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Grief and shock continue to be felt in Moscow after the death of Daria Dugina

Assassination attempts helped define Russia’s chaotic 1990s. They have recently focused on businessmen and journalists in Ukraine, as well as pro-Russian figures in Russia’s occupied parts of Ukraine

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Many prominent Russians were targeted in assassination attempts during the decade of the 1990s. Recently, they have been going after pro-Russian figures in Russian-occupied parts of Ukraine in addition to the businessmen and journalists they have been going after for years.

Daria Dugina, a Russian nationalist commentator, was killed in a car bombing on the outskirts of Moscow this past weekend. While car bombs were commonplace in 1990s Moscow, they are much less common in today’s Russia under President Vladimir V. Putin.

However, in recent years, the Kremlin’s opponents rather than its supporters have been the ones to be the targets of high-profile assassination attempts in Russia.

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Ukraine has been able to strike at Russian-occupied territory near the front line, but it has yet to show that it can launch a daring attack on such close proximity to the Russian capital.

The murder of Ms. Dugina was especially brazen because it took place in close proximity to the opulent suburb of Rublyovka, where the Russian aristocracy has lavish mansions.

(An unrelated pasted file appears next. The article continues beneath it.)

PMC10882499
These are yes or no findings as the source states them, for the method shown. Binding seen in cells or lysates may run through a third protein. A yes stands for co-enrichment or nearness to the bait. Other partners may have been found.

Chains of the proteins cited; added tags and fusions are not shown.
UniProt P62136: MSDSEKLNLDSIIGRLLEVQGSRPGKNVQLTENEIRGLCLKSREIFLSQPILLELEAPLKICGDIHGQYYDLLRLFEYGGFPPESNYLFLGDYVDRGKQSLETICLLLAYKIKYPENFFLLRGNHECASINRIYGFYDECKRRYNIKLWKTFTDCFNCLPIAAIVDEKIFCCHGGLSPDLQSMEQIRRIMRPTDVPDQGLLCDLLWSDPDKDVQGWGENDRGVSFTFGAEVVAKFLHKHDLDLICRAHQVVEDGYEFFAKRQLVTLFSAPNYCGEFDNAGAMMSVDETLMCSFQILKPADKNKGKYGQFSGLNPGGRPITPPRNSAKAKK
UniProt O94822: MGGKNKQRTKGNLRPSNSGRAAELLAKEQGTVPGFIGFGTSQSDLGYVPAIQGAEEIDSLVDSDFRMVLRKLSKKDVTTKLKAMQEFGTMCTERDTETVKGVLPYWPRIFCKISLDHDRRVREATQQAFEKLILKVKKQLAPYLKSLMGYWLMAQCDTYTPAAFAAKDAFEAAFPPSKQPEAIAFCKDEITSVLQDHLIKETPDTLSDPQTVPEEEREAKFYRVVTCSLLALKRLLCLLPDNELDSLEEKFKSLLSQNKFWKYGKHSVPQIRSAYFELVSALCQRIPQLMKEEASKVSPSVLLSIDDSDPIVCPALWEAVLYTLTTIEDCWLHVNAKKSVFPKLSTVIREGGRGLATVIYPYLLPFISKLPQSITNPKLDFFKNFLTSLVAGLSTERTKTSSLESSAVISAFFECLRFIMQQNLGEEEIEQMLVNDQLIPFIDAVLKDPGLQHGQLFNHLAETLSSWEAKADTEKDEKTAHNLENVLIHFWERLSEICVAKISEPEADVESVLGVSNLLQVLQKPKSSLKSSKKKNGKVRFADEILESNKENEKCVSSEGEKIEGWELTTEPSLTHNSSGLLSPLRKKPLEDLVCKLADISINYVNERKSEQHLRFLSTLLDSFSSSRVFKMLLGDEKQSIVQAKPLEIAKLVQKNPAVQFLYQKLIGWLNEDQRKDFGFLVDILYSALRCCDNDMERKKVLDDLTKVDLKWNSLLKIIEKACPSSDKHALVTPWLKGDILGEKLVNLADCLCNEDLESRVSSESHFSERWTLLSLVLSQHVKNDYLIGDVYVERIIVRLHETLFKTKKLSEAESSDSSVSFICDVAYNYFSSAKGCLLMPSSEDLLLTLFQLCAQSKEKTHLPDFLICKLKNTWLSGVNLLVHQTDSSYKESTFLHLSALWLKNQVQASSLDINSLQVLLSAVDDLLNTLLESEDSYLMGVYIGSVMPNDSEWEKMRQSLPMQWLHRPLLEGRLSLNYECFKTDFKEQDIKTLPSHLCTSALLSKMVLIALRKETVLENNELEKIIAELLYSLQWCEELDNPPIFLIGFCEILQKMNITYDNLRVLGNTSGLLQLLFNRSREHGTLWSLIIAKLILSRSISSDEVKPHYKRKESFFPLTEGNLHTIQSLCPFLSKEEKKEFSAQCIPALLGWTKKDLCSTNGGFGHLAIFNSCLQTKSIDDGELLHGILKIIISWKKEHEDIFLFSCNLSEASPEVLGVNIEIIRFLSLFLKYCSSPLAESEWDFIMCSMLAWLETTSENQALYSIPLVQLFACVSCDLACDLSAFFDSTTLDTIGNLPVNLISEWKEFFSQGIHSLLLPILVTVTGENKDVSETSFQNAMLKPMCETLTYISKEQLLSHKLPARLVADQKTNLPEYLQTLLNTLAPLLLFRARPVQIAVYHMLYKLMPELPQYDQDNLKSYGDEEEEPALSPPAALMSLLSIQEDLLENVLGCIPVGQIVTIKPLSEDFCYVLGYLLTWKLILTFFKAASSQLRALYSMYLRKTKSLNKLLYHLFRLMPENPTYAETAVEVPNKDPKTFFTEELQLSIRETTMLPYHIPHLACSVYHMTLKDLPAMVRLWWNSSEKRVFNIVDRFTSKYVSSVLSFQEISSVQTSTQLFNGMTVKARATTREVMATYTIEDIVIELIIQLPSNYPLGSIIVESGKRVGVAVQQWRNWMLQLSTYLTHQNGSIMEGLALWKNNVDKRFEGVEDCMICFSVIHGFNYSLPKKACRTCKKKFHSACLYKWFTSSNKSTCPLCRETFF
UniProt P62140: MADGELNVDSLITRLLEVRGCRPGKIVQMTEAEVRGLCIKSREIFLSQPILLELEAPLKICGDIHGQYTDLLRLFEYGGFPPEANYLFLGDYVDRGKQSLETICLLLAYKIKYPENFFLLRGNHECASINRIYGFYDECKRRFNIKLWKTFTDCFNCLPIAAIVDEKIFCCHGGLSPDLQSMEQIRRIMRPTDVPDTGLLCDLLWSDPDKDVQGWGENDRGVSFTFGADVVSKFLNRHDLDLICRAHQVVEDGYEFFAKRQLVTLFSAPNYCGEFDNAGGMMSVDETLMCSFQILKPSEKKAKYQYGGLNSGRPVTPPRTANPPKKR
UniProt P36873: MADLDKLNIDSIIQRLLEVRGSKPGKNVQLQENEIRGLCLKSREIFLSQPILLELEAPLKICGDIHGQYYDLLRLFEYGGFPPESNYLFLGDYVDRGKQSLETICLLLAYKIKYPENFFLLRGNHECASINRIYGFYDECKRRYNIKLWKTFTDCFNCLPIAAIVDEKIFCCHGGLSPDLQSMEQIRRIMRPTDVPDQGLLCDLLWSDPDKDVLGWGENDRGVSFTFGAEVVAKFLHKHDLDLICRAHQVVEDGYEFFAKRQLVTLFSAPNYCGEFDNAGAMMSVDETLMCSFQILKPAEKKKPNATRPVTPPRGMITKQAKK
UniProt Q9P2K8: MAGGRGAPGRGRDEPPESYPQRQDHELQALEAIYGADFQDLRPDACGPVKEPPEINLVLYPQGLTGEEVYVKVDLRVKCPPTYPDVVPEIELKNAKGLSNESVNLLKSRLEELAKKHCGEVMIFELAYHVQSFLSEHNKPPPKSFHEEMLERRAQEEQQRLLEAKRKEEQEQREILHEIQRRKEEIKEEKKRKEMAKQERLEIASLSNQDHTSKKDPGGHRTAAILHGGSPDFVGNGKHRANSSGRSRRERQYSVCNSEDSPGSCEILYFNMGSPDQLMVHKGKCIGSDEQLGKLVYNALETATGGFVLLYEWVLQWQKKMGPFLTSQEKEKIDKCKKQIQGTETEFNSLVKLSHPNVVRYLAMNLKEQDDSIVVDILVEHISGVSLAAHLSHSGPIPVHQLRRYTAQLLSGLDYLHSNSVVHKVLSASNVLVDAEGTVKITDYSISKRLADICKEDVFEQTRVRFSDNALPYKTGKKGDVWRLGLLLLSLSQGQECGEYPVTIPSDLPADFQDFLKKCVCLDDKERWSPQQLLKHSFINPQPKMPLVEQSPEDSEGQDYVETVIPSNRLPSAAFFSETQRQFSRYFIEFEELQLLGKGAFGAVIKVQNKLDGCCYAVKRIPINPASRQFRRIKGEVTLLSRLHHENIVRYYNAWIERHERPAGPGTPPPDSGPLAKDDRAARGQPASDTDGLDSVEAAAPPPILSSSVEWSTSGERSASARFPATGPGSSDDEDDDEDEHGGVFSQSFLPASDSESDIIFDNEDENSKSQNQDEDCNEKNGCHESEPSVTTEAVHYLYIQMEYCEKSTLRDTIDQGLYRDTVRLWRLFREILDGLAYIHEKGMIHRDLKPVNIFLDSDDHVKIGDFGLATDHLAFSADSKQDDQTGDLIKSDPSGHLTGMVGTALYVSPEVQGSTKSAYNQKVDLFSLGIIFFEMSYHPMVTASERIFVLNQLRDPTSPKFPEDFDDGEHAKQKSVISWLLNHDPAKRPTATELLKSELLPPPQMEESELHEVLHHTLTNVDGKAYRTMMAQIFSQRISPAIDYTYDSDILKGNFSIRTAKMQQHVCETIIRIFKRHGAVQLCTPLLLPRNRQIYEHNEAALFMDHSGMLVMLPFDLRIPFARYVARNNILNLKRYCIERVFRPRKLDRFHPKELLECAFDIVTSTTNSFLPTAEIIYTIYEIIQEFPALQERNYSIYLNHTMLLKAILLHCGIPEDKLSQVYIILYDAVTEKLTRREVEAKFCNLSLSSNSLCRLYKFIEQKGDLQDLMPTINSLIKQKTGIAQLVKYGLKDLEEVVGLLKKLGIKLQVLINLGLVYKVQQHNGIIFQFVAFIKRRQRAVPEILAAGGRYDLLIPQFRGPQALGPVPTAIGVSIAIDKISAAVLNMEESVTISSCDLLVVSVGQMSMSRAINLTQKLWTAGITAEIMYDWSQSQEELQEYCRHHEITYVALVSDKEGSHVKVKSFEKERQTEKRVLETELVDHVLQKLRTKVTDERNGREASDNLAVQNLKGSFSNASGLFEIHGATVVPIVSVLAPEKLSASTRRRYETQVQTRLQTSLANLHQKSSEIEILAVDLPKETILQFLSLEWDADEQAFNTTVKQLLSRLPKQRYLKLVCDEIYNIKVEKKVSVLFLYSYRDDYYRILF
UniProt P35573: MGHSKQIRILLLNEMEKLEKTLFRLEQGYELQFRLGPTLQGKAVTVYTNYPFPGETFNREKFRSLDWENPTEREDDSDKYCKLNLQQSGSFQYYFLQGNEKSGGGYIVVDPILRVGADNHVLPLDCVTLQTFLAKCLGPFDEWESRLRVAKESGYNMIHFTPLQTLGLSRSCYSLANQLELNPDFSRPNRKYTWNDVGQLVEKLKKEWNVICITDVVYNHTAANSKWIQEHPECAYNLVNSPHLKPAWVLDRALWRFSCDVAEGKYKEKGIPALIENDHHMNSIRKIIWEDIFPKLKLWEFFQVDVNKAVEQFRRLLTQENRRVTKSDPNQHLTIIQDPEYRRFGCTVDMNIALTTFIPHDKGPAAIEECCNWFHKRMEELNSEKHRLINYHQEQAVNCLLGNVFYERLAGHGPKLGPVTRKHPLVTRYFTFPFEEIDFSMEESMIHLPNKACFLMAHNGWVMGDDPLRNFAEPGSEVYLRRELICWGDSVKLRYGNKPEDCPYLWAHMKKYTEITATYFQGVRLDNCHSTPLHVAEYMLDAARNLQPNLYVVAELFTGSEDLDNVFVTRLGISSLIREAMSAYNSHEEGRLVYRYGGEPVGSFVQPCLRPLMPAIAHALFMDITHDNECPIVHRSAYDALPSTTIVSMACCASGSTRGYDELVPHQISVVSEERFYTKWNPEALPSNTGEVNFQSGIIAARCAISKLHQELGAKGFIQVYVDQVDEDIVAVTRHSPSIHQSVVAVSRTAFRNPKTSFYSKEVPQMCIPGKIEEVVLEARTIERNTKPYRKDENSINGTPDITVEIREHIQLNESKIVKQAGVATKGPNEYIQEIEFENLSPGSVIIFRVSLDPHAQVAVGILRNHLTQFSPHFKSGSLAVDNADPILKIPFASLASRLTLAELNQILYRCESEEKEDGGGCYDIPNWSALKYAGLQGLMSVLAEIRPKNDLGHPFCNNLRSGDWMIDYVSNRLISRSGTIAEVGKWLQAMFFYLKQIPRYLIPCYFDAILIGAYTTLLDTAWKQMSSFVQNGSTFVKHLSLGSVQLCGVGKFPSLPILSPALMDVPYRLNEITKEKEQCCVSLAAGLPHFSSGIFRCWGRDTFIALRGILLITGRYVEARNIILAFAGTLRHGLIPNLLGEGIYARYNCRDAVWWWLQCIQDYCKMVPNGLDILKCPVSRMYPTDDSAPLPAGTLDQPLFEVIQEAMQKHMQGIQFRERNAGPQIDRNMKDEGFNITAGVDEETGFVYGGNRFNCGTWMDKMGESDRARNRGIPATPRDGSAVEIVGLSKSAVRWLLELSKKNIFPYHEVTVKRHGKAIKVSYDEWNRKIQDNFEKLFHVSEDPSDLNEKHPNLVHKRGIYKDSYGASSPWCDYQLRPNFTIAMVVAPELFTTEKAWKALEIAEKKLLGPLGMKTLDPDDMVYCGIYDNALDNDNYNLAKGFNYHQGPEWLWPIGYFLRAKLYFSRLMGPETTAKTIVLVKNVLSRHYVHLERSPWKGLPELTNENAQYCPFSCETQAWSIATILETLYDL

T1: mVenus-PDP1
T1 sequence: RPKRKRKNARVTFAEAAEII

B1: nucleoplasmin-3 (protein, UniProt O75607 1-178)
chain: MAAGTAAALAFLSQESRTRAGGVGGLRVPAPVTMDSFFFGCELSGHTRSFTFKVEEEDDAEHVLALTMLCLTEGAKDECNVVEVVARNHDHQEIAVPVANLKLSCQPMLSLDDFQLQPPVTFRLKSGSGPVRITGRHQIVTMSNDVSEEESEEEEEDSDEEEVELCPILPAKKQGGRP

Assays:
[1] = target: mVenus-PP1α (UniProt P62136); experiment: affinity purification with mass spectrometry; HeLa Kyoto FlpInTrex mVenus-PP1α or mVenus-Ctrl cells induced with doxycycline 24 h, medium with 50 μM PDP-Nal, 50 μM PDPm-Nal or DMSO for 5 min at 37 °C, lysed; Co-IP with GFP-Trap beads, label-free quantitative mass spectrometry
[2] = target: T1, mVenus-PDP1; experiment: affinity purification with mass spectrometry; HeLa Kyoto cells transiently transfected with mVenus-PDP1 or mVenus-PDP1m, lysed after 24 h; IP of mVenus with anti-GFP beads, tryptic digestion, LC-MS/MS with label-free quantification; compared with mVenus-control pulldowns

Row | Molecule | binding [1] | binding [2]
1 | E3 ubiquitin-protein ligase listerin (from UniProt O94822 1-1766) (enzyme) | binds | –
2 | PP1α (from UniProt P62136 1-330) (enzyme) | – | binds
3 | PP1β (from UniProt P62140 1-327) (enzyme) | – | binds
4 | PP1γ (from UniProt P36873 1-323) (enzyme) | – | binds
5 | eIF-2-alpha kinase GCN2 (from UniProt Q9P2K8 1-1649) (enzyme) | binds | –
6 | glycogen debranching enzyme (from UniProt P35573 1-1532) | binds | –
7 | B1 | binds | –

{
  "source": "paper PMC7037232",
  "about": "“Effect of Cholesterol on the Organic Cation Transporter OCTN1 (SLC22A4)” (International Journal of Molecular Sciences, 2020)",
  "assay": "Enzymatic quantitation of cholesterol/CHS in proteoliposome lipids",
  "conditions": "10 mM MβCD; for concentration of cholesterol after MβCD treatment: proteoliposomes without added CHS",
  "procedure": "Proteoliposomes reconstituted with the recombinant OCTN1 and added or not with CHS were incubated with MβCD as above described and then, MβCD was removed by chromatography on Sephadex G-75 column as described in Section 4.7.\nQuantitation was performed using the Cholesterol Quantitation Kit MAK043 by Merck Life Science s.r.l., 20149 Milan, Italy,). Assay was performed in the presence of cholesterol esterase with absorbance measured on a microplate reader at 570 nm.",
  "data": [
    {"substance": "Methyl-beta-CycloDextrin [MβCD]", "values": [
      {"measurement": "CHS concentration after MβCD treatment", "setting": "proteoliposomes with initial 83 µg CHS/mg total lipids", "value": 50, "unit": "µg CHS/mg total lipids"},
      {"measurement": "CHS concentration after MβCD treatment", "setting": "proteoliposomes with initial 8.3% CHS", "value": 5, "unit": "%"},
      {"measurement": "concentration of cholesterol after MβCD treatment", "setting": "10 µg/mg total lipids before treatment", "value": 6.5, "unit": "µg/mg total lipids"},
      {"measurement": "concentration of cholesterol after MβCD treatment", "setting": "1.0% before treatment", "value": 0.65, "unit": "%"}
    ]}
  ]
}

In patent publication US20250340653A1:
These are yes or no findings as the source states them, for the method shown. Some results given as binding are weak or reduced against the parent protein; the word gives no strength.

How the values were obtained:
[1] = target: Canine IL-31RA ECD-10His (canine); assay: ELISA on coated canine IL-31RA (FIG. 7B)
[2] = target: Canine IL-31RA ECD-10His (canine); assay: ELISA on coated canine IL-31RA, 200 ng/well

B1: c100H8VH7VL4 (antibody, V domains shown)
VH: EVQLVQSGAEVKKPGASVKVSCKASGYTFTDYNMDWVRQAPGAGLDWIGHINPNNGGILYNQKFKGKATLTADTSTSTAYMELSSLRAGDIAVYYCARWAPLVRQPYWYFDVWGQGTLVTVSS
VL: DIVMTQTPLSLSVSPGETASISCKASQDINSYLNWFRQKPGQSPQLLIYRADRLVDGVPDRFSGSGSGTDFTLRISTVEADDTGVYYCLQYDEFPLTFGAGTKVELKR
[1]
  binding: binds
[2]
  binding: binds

A pro-Kremlin political analyst named Sergei Markov posted the following on the social media platform Telegram: “Rublyovka is shivering.” This is a message to them that they, too, could be the target of a terrorist attack: “Be afraid, you could be next.”

Miss Dugina was killed in an explosion on Saturday night, and many details about the incident are still unknown. According to Russian state television, the explosion was so strong that it shattered the windows of nearby homes.

Some Russian critics of the Kremlin have speculated that the attack may have been engineered by proponents of the war to push Mr. Putin to escalate the conflict, while on Sunday, Ms. Dugina’s associates and pro-Kremlin commentators blamed Ukraine, accusations that Kyiv rejected.

Russian journalist and Putin critic Yulia Latynina speculated that Ms. Dugina’s murder could have been a false flag operation to justify repressions inside the country or to quiet the increasingly vocal pro-war party that has turned critical of the Kremlin.

In a video posted to YouTube, she warned that “this murder can be followed by total terror.”

In any case, the attack marked a significant turning point in the troubled annals of assassinations in both Russia and Ukraine. The poisoning of opposition leader Aleksei A. Navalny in 2020 was the most high-profile assassination attempt in Russia in recent years, until this weekend.

Using a military-grade nerve agent from the Soviet era made Russia appear suspicious, despite official denials of responsibility from Moscow. Opponents of Mr. Putin or his close allies have been targeted in other incidents as well, including the shooting deaths of journalist Anna Politkovskaya in Moscow in 2006 and former Chechen separatist commander Zelimkhan Khangoshvili in a Berlin park in 2019.

However, prominent Putin supporters are rarely attacked. Oles Buzina, a prominent Ukrainian journalist, was murdered in Kyiv in 2015. He took a strong pro-Russian stance and pushed for closer ties between Ukraine and Russia.